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Archive for April 11th, 2012

National Book Award Winner 2011
Longlisted for the Orange Prize 2012
Published by Quercus

I like it best when fiction takes me to new unfamiliar worlds and Jaimy Gordon’s novel set in and around a small-time racing track in West Virginia did just that.  Taught me an awful lot about the background and pressures, despite the fact that I hadn’t got a clue what was going on in the first 50 pages or so, due to the dialect and slang.  Once my “ear” was atuned, however, I fair *cough* raced through it.

Tommy Hansel has a plan.  By entering his unknown horses in races for which  they are overqualified, he hopes to bag himself a few winners and some easy money.  However, life is rarely so simple and never so when the owner is as unstable as his horses. Plus there are gangsters who consider Indian Mound Downs racetrack to be their private money press.  Fortunately Tommy has his girlfriend, Maggie, to keep her eye out for him, and the chief groom and trainer, Medicine Ed, but there are some hard lessons to be learned.

The novel follows the trajectory of Tommy and Maggie’s learning curve.   How soon will they realise where they stand in the picking order? In which direction they’re  headed? (Answer: down.  Just look at the examples of Medicine Ed and Deucey, the gypsy woman who faces disaster whenever she overstretches herself by owning/part owning more than one horse.)  When will Tommy and Maggie learn that this is a hard-nosed business with no room for sentimentality? That ruin and madness inevitably follow if they become emotionally attached to their animals.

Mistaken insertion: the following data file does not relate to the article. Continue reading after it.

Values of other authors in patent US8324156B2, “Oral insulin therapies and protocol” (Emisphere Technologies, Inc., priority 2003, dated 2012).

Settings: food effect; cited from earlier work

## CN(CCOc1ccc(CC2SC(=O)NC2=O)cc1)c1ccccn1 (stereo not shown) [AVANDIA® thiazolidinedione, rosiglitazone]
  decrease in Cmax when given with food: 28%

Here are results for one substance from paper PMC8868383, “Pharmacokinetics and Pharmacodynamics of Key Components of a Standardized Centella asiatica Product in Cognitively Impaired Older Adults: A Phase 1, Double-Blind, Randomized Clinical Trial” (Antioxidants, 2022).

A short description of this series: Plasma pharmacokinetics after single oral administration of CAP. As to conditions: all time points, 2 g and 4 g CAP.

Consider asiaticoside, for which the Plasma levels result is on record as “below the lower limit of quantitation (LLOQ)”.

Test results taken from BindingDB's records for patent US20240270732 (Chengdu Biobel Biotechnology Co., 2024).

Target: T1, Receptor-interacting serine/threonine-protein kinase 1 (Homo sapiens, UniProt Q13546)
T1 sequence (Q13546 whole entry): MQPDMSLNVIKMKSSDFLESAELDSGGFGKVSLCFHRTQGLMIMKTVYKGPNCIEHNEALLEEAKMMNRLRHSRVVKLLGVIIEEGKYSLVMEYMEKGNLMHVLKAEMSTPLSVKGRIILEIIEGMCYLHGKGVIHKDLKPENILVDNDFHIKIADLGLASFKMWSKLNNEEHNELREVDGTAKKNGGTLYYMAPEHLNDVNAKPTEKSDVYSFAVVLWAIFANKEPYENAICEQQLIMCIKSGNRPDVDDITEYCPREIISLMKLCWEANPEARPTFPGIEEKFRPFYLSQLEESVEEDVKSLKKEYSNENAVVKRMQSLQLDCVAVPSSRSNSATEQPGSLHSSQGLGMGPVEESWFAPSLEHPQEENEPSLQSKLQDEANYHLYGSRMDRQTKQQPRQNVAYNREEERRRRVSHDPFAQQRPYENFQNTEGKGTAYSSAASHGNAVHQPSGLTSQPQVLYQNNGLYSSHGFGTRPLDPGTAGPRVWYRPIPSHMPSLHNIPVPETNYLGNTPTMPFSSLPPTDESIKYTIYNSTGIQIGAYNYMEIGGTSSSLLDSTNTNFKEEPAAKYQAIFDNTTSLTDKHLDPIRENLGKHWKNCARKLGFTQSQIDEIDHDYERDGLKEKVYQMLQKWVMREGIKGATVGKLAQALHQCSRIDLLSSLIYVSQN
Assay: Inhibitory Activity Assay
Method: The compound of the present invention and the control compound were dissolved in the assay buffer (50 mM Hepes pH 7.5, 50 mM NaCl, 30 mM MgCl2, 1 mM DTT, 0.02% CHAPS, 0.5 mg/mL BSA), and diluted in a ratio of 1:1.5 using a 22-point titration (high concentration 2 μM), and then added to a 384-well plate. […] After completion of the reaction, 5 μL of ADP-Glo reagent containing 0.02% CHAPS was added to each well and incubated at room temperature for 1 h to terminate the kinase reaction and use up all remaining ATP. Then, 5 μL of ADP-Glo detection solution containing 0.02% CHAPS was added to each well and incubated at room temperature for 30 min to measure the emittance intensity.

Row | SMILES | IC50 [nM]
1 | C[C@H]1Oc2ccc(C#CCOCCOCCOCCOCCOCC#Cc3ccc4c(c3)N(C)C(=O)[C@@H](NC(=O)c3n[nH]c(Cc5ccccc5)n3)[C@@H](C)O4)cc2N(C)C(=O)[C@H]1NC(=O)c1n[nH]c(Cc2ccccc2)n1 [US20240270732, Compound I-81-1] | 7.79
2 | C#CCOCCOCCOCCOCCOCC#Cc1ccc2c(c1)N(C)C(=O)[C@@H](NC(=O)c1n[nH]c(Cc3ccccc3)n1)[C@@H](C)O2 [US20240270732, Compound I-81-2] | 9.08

It is to be hoped that they can pick up on the undercurrents of a fixed race in time to save their lives …

The novel is structured in 5 sections, each centring on the story of one horse and his human entourage.  The Lord of Misrule, that harbinger of chaos, is mentioned throughout, finally making his appearance in the final section and the climactic race, the outcome of which is predetermined or is it?

Even if I still couldn’t translate all the dialect, and was sickened by the perverse nature of Tommy and Maggie’s sex life, I kept reading.   Gordon, who knows her stuff, having once worked for three years in the racing industry, paints a convincing, if unglamorous portrait of life on the racetrack.  As the pages turned, my reading speed progressed from trot to canter until I was positively gallopping along.   Normally when confronted with such bleak seediness, I stop, but the cast of colourful characters and, in places, the unexpected black humour, particularly in the final furlong of that final race, ensured that against the Orange longlistees I’ve read to date, Lord of Misrule wins not by a nose, but by some distance.

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